Her casts mean that we can lift her legs when changing her diaper for the first time! You wouldn’t believe how impossibly hard it is not to be able to do that. I couldn’t change her diapers practically at all because my hands weren’t big enough to lift both hips while cleaning also while keeping her curling feet out of the poo. Lifting her hips had the effect of cramming her head and neck into the table. Now it’s like changing an average baby. Her legs are just a little heavier and we have to do it a little slower, but her feet aren’t getting gross anymore. It’s a little thing, but such a help.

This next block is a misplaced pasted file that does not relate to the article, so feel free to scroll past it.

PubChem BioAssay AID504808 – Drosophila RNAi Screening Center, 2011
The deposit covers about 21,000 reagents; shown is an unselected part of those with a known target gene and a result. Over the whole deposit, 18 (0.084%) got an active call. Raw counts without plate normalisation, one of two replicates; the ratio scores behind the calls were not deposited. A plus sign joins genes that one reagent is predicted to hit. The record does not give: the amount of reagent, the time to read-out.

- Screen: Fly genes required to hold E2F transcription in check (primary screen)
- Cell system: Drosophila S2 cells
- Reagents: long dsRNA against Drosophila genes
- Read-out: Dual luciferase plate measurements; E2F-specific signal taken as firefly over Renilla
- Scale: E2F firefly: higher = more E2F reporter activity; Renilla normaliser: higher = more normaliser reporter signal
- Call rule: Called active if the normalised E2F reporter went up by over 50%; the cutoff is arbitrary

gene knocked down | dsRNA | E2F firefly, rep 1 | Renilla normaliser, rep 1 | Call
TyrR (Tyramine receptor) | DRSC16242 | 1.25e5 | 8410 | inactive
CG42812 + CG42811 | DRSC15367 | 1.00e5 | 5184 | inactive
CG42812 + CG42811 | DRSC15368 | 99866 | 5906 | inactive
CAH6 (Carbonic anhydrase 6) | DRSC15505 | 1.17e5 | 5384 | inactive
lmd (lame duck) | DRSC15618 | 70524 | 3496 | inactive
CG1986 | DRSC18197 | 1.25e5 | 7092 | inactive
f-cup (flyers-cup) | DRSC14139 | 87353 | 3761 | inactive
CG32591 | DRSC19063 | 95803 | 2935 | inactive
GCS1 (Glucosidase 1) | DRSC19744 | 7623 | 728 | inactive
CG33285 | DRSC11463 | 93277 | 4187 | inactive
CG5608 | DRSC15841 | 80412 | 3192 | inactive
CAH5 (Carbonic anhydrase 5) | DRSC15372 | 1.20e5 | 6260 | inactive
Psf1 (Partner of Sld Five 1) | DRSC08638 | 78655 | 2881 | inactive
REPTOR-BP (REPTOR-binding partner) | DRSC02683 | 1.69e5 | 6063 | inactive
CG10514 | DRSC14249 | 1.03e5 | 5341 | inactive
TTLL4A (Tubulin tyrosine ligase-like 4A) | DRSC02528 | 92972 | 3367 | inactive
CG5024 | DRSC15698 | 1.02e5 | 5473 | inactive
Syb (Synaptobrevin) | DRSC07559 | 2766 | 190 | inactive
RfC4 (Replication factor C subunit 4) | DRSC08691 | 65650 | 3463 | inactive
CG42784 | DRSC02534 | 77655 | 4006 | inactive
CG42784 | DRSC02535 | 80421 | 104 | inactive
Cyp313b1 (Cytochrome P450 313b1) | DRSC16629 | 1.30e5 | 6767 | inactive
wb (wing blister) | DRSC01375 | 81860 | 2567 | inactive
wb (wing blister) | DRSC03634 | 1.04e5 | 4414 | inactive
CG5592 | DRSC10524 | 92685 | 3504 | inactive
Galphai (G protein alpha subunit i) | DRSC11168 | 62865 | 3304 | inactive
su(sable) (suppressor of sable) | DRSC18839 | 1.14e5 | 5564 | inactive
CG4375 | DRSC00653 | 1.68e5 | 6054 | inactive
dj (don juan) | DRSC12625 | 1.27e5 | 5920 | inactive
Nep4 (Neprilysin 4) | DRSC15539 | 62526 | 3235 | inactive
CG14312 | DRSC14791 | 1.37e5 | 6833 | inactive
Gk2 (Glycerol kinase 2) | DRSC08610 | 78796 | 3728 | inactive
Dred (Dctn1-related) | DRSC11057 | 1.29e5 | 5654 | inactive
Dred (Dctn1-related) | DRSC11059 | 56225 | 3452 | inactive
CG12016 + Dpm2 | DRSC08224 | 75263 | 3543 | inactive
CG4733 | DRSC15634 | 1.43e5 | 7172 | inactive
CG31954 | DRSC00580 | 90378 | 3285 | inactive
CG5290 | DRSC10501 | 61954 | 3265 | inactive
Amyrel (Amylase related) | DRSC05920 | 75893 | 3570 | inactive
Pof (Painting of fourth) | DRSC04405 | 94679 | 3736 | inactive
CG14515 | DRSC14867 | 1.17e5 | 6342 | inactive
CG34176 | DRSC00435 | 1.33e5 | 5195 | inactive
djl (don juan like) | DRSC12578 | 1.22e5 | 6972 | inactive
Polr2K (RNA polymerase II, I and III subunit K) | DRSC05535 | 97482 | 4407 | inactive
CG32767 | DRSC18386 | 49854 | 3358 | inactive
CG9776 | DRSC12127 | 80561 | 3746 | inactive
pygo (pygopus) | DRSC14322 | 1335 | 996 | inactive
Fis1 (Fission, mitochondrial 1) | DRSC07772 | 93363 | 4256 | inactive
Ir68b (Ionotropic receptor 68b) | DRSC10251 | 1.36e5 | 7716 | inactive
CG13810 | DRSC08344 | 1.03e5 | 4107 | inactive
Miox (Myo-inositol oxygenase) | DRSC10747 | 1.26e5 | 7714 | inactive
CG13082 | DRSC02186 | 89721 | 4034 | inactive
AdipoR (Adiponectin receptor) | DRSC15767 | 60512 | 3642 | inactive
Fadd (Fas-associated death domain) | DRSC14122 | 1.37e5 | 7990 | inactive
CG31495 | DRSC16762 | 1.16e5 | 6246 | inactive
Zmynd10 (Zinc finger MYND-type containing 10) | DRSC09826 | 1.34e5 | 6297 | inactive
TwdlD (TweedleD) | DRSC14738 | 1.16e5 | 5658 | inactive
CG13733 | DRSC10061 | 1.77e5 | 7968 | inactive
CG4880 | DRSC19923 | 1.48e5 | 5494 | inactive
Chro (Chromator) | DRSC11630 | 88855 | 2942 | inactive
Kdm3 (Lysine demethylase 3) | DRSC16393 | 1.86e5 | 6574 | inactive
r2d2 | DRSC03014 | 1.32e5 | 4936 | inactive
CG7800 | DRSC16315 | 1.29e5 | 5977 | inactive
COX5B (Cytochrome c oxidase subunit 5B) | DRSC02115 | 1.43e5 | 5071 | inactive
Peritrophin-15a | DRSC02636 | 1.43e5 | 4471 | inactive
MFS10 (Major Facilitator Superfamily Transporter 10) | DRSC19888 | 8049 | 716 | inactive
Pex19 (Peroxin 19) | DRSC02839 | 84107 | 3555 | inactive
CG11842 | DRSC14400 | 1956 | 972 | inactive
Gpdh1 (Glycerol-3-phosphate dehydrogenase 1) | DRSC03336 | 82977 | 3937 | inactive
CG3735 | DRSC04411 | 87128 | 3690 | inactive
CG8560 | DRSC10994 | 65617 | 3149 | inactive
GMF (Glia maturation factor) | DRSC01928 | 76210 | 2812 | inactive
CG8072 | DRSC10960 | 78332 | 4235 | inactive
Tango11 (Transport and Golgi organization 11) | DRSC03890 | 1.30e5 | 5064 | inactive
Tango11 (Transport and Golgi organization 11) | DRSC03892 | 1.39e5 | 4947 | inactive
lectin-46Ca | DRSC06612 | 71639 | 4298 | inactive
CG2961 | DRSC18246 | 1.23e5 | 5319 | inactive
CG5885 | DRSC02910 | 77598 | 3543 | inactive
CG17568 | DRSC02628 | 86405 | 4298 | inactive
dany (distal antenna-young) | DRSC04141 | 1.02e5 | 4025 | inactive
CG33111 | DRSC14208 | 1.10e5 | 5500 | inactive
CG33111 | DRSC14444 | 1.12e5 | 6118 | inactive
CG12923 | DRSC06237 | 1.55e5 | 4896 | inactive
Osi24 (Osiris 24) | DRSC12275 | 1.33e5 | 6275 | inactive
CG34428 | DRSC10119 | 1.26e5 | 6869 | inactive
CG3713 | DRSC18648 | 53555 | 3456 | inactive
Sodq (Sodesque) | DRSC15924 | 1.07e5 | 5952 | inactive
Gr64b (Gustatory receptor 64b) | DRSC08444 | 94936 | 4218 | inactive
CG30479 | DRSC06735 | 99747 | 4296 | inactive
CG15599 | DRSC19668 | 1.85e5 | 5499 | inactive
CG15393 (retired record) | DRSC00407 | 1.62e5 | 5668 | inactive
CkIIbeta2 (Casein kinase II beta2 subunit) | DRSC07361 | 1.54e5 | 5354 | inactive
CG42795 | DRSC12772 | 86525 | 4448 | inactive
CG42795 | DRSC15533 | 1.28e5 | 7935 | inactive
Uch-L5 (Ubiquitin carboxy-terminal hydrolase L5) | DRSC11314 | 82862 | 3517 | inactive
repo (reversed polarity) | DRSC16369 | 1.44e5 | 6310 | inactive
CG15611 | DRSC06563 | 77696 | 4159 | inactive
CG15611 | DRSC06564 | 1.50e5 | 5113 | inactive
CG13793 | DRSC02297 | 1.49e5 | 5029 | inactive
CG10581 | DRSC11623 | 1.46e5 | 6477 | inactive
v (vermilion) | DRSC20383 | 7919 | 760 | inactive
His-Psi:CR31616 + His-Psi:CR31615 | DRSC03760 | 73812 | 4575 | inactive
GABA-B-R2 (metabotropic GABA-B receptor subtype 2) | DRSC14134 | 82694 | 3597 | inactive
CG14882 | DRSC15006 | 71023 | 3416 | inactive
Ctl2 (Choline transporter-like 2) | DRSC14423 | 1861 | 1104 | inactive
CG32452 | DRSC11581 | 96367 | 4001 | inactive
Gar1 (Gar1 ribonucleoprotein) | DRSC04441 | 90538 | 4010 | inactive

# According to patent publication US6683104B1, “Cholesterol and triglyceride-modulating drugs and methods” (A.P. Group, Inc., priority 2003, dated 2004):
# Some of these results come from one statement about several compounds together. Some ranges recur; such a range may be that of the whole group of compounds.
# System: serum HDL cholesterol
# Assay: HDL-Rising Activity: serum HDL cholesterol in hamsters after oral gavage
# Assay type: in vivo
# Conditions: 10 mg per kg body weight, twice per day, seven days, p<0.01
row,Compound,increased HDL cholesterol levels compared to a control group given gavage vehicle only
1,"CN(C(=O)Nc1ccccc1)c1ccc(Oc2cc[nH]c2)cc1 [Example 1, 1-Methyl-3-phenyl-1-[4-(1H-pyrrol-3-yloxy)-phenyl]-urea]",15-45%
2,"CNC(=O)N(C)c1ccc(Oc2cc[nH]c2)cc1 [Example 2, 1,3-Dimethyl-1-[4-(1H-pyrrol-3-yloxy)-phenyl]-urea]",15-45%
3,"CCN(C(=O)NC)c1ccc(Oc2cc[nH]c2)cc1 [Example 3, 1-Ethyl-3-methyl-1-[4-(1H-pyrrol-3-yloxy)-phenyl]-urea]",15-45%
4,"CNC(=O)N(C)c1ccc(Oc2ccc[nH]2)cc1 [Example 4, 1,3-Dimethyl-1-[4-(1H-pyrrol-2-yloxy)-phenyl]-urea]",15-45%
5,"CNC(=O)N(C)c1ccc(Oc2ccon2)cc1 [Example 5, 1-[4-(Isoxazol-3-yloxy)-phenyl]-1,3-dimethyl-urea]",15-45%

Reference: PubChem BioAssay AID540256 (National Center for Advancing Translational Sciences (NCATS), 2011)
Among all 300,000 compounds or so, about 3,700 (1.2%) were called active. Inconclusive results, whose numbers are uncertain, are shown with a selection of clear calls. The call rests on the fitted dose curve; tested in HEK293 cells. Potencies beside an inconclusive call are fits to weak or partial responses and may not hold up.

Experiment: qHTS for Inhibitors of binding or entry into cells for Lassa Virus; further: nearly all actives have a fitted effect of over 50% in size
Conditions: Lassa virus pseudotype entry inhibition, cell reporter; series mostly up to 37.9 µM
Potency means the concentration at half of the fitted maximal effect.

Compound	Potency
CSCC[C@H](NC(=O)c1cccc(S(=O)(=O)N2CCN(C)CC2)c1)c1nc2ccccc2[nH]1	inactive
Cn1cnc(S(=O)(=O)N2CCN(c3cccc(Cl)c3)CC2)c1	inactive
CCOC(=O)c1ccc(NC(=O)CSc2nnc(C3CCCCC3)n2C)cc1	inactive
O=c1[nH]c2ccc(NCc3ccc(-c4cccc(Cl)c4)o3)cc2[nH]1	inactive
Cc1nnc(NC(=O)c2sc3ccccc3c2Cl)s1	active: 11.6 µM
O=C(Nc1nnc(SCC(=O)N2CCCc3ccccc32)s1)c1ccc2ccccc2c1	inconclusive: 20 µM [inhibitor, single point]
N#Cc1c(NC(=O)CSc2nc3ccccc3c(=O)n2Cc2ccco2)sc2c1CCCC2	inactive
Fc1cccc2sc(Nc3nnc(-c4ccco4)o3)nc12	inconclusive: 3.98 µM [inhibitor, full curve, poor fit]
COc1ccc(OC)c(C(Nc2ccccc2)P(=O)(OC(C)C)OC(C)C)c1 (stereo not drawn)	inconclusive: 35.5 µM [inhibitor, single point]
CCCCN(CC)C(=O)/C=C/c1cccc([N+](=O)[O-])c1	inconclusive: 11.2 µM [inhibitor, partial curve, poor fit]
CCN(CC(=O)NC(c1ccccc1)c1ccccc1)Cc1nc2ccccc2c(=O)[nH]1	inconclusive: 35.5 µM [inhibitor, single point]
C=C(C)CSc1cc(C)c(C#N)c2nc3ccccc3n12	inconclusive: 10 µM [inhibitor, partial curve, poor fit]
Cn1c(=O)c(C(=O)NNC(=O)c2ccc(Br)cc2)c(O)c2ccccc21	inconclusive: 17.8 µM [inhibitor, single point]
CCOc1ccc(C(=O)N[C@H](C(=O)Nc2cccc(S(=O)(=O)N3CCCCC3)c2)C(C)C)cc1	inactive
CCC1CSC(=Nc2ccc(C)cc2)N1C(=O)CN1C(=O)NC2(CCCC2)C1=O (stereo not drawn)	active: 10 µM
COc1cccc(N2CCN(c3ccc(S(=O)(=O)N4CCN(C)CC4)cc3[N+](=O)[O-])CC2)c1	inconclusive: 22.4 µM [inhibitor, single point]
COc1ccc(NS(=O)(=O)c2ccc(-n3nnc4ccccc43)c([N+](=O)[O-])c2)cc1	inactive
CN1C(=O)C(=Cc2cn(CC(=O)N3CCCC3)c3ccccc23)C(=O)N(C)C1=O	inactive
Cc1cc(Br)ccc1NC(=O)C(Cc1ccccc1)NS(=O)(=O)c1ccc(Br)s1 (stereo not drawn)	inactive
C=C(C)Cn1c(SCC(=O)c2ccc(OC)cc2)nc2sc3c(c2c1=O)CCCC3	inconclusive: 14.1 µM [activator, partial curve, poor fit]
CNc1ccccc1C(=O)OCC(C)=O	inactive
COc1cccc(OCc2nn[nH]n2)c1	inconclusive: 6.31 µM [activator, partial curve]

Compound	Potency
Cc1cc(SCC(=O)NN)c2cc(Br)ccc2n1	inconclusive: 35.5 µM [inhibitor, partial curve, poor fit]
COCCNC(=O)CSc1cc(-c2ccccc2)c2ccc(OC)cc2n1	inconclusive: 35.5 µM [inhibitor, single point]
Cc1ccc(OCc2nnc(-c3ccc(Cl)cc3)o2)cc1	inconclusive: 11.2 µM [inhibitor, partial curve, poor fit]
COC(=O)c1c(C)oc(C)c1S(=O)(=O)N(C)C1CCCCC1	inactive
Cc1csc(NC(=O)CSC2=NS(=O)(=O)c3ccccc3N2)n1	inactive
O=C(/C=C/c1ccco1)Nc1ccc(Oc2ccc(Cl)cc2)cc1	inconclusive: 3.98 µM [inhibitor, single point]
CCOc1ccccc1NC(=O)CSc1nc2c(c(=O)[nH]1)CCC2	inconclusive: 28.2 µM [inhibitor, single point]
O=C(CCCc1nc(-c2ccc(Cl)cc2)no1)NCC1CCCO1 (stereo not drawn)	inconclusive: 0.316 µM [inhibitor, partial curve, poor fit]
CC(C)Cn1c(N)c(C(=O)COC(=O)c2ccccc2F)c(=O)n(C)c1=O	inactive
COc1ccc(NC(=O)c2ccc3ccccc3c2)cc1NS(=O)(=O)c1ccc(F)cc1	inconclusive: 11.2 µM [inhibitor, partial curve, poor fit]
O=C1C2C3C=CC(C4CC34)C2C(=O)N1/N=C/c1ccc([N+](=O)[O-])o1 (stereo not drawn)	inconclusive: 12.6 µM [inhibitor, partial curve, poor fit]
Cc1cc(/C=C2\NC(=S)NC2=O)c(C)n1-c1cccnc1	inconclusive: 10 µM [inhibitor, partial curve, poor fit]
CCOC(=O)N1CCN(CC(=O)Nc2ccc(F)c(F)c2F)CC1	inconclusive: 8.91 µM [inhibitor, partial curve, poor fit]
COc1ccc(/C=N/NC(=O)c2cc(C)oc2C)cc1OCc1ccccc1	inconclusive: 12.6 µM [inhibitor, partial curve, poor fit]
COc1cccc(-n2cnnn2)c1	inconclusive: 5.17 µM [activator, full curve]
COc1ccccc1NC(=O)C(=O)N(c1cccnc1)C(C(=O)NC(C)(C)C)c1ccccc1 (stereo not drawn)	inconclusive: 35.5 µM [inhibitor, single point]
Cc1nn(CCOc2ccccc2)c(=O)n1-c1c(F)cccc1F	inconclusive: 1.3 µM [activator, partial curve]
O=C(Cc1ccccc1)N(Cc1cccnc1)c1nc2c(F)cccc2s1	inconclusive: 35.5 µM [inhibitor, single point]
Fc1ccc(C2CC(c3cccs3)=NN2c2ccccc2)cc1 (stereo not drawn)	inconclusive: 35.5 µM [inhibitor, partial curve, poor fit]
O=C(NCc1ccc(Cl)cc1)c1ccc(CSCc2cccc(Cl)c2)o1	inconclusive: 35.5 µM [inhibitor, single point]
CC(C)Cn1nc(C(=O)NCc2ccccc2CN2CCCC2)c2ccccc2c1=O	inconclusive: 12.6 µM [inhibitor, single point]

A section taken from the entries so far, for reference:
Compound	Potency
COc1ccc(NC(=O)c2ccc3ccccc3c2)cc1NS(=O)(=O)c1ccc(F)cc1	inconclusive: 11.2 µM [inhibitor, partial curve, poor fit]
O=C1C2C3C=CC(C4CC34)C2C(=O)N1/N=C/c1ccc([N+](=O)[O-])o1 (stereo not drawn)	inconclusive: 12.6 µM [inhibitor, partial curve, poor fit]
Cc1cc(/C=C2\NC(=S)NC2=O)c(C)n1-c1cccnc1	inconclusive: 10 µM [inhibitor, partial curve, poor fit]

Also she can sit in her car seat now! It was really hard for her before because of her legs, but now the casts pull her little legs out and we can get her buckled. (There were two times that I just told Charley I buckled her and I had only buckled the chest part because I didn’t want to hurt her anymore. I know that’s terrible, but I’m pretty sure I’m a ways away from turning into Brittney Spears. :)) Now she is fine in her car seat. So however hard the casts are, they make up for it here.

Hmmm… still feeling better. :)

My mood is definitely improving

Saturday, October 27th, 2007